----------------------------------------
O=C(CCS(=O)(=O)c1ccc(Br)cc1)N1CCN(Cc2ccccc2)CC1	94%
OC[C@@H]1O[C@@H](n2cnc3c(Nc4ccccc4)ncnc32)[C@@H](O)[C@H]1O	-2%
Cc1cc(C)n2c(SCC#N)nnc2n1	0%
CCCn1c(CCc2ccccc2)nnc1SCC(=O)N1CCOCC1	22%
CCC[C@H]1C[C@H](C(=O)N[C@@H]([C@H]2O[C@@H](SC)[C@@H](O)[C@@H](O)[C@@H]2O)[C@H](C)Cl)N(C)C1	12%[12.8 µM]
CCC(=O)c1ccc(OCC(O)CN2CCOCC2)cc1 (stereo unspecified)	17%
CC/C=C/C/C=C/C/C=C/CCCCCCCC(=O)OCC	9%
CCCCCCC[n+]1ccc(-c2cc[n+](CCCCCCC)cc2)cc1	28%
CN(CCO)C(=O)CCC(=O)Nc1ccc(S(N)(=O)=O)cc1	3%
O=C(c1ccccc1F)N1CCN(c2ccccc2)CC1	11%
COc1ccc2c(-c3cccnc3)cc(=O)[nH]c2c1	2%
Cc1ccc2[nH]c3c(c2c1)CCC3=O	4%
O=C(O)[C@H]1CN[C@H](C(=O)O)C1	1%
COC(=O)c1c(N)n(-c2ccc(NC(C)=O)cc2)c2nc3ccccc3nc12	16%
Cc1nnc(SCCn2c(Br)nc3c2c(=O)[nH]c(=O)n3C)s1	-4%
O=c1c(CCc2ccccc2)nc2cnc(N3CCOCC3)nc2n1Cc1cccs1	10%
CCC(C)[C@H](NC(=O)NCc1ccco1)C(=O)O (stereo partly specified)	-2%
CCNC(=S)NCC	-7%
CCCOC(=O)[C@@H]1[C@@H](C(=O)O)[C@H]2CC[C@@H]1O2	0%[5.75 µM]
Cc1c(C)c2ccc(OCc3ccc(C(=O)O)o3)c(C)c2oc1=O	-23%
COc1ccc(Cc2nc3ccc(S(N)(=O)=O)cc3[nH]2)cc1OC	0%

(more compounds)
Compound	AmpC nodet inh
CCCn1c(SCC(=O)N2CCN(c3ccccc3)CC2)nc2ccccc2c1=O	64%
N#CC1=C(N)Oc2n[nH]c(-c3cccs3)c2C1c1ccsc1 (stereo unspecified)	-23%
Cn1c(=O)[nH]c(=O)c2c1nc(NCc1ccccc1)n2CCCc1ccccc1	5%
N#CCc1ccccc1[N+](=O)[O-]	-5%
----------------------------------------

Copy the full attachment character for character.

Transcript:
O=C(CCS(=O)(=O)c1ccc(Br)cc1)N1CCN(Cc2ccccc2)CC1	94%
OC[C@@H]1O[C@@H](n2cnc3c(Nc4ccccc4)ncnc32)[C@@H](O)[C@H]1O	-2%
Cc1cc(C)n2c(SCC#N)nnc2n1	0%
CCCn1c(CCc2ccccc2)nnc1SCC(=O)N1CCOCC1	22%
CCC[C@H]1C[C@H](C(=O)N[C@@H]([C@H]2O[C@@H](SC)[C@@H](O)[C@@H](O)[C@@H]2O)[C@H](C)Cl)N(C)C1	12%[12.8 µM]
CCC(=O)c1ccc(OCC(O)CN2CCOCC2)cc1 (stereo unspecified)	17%
CC/C=C/C/C=C/C/C=C/CCCCCCCC(=O)OCC	9%
CCCCCCC[n+]1ccc(-c2cc[n+](CCCCCCC)cc2)cc1	28%
CN(CCO)C(=O)CCC(=O)Nc1ccc(S(N)(=O)=O)cc1	3%
O=C(c1ccccc1F)N1CCN(c2ccccc2)CC1	11%
COc1ccc2c(-c3cccnc3)cc(=O)[nH]c2c1	2%
Cc1ccc2[nH]c3c(c2c1)CCC3=O	4%
O=C(O)[C@H]1CN[C@H](C(=O)O)C1	1%
COC(=O)c1c(N)n(-c2ccc(NC(C)=O)cc2)c2nc3ccccc3nc12	16%
Cc1nnc(SCCn2c(Br)nc3c2c(=O)[nH]c(=O)n3C)s1	-4%
O=c1c(CCc2ccccc2)nc2cnc(N3CCOCC3)nc2n1Cc1cccs1	10%
CCC(C)[C@H](NC(=O)NCc1ccco1)C(=O)O (stereo partly specified)	-2%
CCNC(=S)NCC	-7%
CCCOC(=O)[C@@H]1[C@@H](C(=O)O)[C@H]2CC[C@@H]1O2	0%[5.75 µM]
Cc1c(C)c2ccc(OCc3ccc(C(=O)O)o3)c(C)c2oc1=O	-23%
COc1ccc(Cc2nc3ccc(S(N)(=O)=O)cc3[nH]2)cc1OC	0%

(more compounds)
Compound	AmpC nodet inh
CCCn1c(SCC(=O)N2CCN(c3ccccc3)CC2)nc2ccccc2c1=O	64%
N#CC1=C(N)Oc2n[nH]c(-c3cccs3)c2C1c1ccsc1 (stereo unspecified)	-23%
Cn1c(=O)[nH]c(=O)c2c1nc(NCc1ccccc1)n2CCCc1ccccc1	5%
N#CCc1ccccc1[N+](=O)[O-]	-5%